#08 - Information architecture
Importance of information architecture
Information architecture helps us more than we think, many designers and engineers see it as a small part of the whole experience but it goes much further, it is very underrated itself.
Information architecture helps us to reduce and limit the complexities of a problem, to organize information coherently, to define information, properties and their relationships, and to establish hierarchies and different points of view.
Dan Klyn (2009) created a framework to ensure that this architecture was useful, relevant and authentic using taxonomies, ontologies and choreographies.
Ontology in information architecture
Ontology is about meaning, what that thing means, what it implies. If we talk about a horse for example, what does it mean? an animal horse? or a power horse? a steam horse? Here the context plays a very important role, and if we don't have it, we will have to play a little with creating either a more propitious environment or playing with the meaning and its lexicon. If we choose the animal horse, which horse? which breed?
Taxonomy in information architecture
Taxonomy refers to the structure between the last ones, to achieve either an objective within the context, or to reinforce the global context. This reinforces the integrity of the taxonomic structure, as long as it is both precise and scalable to change. If this horse is a thoroughbred (ontology), what is its taxonomy? We can refer to Herbivorous Animals or Breeds native to England, or Race Horses. Who said that context is not that important?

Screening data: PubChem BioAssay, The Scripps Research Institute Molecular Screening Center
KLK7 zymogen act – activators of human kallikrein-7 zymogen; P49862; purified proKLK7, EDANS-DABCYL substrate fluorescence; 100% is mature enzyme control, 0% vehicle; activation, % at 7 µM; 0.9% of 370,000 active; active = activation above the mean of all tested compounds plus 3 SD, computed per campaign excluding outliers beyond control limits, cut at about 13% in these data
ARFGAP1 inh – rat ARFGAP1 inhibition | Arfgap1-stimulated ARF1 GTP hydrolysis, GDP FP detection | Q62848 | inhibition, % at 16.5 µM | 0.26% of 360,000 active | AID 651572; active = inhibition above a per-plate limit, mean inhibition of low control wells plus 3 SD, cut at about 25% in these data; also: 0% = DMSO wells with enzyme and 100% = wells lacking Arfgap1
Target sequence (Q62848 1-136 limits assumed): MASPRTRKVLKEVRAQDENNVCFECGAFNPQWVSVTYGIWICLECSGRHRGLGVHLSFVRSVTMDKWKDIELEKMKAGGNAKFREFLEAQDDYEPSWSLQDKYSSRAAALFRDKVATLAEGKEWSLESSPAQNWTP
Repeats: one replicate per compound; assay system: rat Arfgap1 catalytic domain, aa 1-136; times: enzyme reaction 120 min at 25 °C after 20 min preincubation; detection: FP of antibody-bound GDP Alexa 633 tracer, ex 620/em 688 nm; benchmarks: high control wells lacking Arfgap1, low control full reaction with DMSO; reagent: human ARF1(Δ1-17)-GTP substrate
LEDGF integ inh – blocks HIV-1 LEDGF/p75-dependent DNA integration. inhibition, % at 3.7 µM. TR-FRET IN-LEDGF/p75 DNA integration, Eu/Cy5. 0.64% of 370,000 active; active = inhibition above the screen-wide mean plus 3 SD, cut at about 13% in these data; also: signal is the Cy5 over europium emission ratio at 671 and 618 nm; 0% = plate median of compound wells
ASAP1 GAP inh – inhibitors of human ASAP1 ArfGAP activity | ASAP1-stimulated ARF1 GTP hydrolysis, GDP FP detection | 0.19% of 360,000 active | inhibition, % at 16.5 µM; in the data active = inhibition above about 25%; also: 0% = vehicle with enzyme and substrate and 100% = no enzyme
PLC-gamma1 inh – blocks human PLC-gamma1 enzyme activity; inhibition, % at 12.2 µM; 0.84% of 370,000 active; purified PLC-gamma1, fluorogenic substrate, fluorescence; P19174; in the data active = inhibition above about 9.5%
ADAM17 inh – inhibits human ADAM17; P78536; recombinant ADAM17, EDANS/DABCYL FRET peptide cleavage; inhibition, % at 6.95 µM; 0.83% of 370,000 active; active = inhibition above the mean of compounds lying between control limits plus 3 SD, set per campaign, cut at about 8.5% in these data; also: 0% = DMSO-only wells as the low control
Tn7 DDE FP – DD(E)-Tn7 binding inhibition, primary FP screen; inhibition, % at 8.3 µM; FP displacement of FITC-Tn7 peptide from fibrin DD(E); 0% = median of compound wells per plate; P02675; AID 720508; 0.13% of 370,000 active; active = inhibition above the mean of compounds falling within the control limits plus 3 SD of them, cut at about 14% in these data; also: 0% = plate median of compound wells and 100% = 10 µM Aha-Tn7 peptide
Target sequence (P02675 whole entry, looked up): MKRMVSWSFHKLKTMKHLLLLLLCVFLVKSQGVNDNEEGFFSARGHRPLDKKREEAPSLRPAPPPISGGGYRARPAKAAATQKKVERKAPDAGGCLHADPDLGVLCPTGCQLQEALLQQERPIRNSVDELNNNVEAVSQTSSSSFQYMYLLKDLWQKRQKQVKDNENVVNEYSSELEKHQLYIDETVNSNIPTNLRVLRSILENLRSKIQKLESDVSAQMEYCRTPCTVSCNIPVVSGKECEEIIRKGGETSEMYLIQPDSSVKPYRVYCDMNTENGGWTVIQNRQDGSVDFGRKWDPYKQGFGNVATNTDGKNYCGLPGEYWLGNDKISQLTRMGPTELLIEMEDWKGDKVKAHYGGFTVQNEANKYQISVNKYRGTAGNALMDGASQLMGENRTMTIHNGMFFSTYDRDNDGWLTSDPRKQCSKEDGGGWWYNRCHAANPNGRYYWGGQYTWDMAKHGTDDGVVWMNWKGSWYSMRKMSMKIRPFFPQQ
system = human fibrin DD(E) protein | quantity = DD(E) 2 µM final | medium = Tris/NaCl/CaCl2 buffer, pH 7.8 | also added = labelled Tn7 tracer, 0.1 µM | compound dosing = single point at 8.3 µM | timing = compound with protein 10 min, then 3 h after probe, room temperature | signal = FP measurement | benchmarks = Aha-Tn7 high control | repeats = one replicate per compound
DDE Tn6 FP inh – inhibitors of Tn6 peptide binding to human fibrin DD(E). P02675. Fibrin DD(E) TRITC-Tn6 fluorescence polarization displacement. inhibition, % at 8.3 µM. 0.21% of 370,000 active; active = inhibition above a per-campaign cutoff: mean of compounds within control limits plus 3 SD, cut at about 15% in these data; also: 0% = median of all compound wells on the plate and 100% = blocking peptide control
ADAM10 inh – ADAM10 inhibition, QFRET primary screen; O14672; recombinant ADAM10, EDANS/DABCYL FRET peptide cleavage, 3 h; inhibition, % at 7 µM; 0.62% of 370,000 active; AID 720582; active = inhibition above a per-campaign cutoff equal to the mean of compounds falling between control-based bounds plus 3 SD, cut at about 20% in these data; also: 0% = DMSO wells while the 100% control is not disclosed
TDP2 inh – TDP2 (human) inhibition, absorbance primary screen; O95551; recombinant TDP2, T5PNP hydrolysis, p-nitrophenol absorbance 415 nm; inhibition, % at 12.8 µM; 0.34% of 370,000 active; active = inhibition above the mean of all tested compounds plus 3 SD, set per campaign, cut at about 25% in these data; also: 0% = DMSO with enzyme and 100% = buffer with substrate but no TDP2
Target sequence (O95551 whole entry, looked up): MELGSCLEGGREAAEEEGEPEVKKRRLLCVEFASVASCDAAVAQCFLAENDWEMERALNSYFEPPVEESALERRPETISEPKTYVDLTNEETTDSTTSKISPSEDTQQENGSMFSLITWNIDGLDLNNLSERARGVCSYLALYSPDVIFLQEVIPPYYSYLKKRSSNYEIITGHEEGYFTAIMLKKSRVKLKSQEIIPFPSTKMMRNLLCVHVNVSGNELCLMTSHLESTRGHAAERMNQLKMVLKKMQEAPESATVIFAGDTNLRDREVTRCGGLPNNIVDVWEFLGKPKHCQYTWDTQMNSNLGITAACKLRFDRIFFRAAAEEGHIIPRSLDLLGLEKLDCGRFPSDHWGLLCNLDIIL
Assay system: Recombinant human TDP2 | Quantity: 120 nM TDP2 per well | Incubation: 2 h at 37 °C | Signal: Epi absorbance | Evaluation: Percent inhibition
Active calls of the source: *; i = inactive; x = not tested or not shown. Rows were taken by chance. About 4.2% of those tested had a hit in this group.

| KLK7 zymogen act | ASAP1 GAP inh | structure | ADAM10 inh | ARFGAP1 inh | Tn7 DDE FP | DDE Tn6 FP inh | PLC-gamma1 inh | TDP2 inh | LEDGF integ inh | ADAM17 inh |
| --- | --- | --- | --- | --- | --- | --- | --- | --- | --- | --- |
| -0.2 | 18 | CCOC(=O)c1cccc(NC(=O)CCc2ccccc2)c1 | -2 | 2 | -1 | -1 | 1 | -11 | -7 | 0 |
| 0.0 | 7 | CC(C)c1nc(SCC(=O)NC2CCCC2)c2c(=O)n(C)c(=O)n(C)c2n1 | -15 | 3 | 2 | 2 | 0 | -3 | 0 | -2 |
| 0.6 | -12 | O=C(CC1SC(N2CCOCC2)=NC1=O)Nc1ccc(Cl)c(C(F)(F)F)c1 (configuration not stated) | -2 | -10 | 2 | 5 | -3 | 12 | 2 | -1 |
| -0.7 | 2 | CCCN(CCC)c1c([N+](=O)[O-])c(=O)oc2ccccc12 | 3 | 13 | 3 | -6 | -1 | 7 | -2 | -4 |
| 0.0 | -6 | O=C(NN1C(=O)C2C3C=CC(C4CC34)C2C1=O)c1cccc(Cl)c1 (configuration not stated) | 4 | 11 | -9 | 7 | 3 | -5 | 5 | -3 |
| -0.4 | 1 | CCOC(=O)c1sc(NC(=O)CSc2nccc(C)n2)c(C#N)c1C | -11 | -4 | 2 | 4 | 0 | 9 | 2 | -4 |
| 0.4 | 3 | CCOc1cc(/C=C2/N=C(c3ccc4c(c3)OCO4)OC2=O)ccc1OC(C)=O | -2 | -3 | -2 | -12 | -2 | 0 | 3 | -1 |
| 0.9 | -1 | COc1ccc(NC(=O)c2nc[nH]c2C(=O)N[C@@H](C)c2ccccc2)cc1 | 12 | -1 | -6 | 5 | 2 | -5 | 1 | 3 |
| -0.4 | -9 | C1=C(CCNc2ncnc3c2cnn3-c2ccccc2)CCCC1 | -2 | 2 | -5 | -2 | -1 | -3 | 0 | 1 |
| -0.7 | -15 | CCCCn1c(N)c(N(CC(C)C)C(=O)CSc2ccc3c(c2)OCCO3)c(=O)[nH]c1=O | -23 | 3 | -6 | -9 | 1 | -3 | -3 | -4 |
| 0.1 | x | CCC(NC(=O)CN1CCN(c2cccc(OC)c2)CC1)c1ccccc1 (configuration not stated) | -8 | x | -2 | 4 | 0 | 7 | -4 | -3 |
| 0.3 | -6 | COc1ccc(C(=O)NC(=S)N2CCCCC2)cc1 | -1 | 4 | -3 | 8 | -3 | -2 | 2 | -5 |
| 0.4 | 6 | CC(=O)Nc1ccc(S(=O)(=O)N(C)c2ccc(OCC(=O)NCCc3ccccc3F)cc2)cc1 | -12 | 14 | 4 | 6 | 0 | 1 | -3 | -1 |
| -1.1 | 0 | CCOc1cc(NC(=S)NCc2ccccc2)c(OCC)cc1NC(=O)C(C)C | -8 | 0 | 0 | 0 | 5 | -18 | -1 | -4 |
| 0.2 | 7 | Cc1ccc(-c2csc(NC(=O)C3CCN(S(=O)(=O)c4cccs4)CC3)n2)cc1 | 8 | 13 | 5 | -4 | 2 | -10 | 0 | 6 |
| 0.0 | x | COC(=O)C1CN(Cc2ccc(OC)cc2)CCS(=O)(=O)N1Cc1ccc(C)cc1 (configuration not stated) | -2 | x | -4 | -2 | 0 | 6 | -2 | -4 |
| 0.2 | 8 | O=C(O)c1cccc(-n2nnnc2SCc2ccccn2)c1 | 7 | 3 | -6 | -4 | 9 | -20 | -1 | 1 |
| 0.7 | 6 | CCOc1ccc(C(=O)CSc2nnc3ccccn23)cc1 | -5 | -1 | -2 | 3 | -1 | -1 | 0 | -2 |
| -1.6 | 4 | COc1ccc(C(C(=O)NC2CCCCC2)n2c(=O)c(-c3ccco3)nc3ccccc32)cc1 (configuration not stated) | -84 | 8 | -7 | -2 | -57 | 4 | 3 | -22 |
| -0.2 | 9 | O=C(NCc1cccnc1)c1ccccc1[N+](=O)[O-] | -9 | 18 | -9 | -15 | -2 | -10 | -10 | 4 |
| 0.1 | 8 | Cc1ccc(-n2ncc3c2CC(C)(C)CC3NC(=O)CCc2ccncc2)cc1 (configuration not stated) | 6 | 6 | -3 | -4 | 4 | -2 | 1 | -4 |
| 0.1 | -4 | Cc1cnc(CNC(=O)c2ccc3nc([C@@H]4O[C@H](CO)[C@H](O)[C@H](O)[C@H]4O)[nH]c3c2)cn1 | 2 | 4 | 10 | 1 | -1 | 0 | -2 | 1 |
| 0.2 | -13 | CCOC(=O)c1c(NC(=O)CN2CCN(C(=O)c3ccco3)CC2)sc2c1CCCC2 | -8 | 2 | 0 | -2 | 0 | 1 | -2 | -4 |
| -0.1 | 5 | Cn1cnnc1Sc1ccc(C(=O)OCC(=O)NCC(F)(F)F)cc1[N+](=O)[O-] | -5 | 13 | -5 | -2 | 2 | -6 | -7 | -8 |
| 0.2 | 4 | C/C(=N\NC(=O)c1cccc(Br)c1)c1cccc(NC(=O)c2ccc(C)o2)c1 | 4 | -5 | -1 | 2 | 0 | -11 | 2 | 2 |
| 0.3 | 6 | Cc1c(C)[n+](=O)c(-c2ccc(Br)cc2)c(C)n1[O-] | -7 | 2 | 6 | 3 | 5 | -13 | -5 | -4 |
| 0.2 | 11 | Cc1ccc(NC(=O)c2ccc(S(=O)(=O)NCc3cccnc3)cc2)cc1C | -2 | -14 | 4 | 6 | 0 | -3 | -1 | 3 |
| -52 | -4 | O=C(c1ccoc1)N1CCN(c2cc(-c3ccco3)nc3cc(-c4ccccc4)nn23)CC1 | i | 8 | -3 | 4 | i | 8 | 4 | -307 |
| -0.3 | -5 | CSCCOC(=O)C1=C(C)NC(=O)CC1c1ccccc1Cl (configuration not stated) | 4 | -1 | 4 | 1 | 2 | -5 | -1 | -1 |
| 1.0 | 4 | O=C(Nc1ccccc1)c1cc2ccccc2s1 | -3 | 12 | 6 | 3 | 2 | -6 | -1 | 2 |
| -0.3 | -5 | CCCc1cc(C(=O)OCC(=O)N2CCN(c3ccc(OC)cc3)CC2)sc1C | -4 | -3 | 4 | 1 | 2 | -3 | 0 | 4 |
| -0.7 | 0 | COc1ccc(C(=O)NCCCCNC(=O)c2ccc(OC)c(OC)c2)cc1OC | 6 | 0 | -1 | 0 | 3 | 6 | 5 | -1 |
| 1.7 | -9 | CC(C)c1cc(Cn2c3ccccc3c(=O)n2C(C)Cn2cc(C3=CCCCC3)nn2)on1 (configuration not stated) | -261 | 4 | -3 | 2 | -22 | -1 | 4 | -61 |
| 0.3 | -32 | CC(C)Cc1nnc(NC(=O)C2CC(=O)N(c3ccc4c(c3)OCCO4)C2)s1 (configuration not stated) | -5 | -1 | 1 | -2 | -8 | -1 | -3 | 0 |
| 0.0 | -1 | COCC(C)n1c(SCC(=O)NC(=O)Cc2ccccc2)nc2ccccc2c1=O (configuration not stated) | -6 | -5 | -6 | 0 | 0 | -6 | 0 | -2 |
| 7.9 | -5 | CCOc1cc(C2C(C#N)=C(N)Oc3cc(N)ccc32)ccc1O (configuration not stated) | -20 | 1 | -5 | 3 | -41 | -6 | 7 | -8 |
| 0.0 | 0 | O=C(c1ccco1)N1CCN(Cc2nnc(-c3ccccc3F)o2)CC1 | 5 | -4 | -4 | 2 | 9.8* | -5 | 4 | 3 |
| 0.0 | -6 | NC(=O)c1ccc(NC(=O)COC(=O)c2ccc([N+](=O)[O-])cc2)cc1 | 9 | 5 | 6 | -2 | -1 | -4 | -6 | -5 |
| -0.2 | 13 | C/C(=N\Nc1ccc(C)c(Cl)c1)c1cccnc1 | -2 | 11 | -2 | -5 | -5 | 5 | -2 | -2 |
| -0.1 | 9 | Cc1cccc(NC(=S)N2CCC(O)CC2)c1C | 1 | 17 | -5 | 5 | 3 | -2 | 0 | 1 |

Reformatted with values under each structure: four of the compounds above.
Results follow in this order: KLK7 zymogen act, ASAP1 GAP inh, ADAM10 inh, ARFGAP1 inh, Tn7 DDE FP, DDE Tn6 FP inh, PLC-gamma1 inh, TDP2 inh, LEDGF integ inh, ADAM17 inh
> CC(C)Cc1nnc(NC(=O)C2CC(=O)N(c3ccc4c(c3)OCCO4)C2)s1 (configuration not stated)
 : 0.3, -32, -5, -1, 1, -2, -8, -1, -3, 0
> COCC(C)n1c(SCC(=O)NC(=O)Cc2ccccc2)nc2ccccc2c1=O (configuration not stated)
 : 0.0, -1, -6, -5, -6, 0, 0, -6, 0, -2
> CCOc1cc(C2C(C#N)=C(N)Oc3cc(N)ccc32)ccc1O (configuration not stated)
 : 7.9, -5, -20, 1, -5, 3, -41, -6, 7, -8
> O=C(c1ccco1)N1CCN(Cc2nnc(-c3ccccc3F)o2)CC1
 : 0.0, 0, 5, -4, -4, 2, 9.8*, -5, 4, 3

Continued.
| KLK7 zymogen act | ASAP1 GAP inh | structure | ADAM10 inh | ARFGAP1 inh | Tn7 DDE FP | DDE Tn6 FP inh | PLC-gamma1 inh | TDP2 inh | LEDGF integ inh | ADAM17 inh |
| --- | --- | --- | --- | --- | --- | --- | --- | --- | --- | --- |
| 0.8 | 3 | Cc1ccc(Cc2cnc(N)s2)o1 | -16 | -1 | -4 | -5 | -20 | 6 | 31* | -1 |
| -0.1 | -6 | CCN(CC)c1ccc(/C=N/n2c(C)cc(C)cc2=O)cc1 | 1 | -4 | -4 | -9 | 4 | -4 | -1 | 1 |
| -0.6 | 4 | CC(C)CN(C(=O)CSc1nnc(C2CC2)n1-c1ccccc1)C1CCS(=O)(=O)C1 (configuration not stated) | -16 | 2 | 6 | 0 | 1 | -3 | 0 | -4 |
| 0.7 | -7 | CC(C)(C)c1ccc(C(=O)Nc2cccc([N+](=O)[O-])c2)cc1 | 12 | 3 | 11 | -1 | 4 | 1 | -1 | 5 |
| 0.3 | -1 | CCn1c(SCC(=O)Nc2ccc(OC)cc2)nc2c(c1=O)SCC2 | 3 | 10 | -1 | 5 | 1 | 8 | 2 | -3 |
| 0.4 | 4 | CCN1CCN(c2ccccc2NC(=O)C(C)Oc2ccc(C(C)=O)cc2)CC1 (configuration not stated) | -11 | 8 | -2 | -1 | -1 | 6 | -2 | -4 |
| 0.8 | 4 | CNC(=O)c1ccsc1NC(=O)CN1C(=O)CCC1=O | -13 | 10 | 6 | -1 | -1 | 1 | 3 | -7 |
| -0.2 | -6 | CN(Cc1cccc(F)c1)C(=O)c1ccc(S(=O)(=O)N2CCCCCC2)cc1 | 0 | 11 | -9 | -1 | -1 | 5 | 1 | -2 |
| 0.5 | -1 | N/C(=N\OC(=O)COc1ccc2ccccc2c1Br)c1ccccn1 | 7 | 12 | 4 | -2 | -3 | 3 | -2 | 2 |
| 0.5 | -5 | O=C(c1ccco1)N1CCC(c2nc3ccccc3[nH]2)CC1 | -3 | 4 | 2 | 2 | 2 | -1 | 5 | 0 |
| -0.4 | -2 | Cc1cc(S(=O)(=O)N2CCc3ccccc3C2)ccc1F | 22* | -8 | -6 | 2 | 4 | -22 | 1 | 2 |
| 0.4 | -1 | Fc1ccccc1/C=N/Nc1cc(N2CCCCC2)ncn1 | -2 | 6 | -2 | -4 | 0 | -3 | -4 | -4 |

Taxonomy also considers classification and hierarchy; one is used to group data and the second to classify and rank according to their properties.
Choreography in information architecture
And finally, we have choreography, which are the interactions between ontologies and taxonomies, fitting them together and creating a single unit, the navigation experience. It is totally invisible if it is executed well, extremely satisfactory if it is optimized and strange and rare when it is executed badly.
The choreography is very much linked to the needs of the people who use your navigation, you can follow good practices, but you have to rely on its flow and understand it in order to create an optimal navigation interaction.
Are the interactions between the different taxonomic hierarchies well executed? It is not the same to first start with Animals > Horses what Horses > Animals.
Where are the other taxonomies in relation to this one, are they close or do you have to leave the context to access them? Information architecture is not just about creating a navigation menu.
A bad definition of ontologies creates a poor taxonomy, creating a choreography without rhythm.
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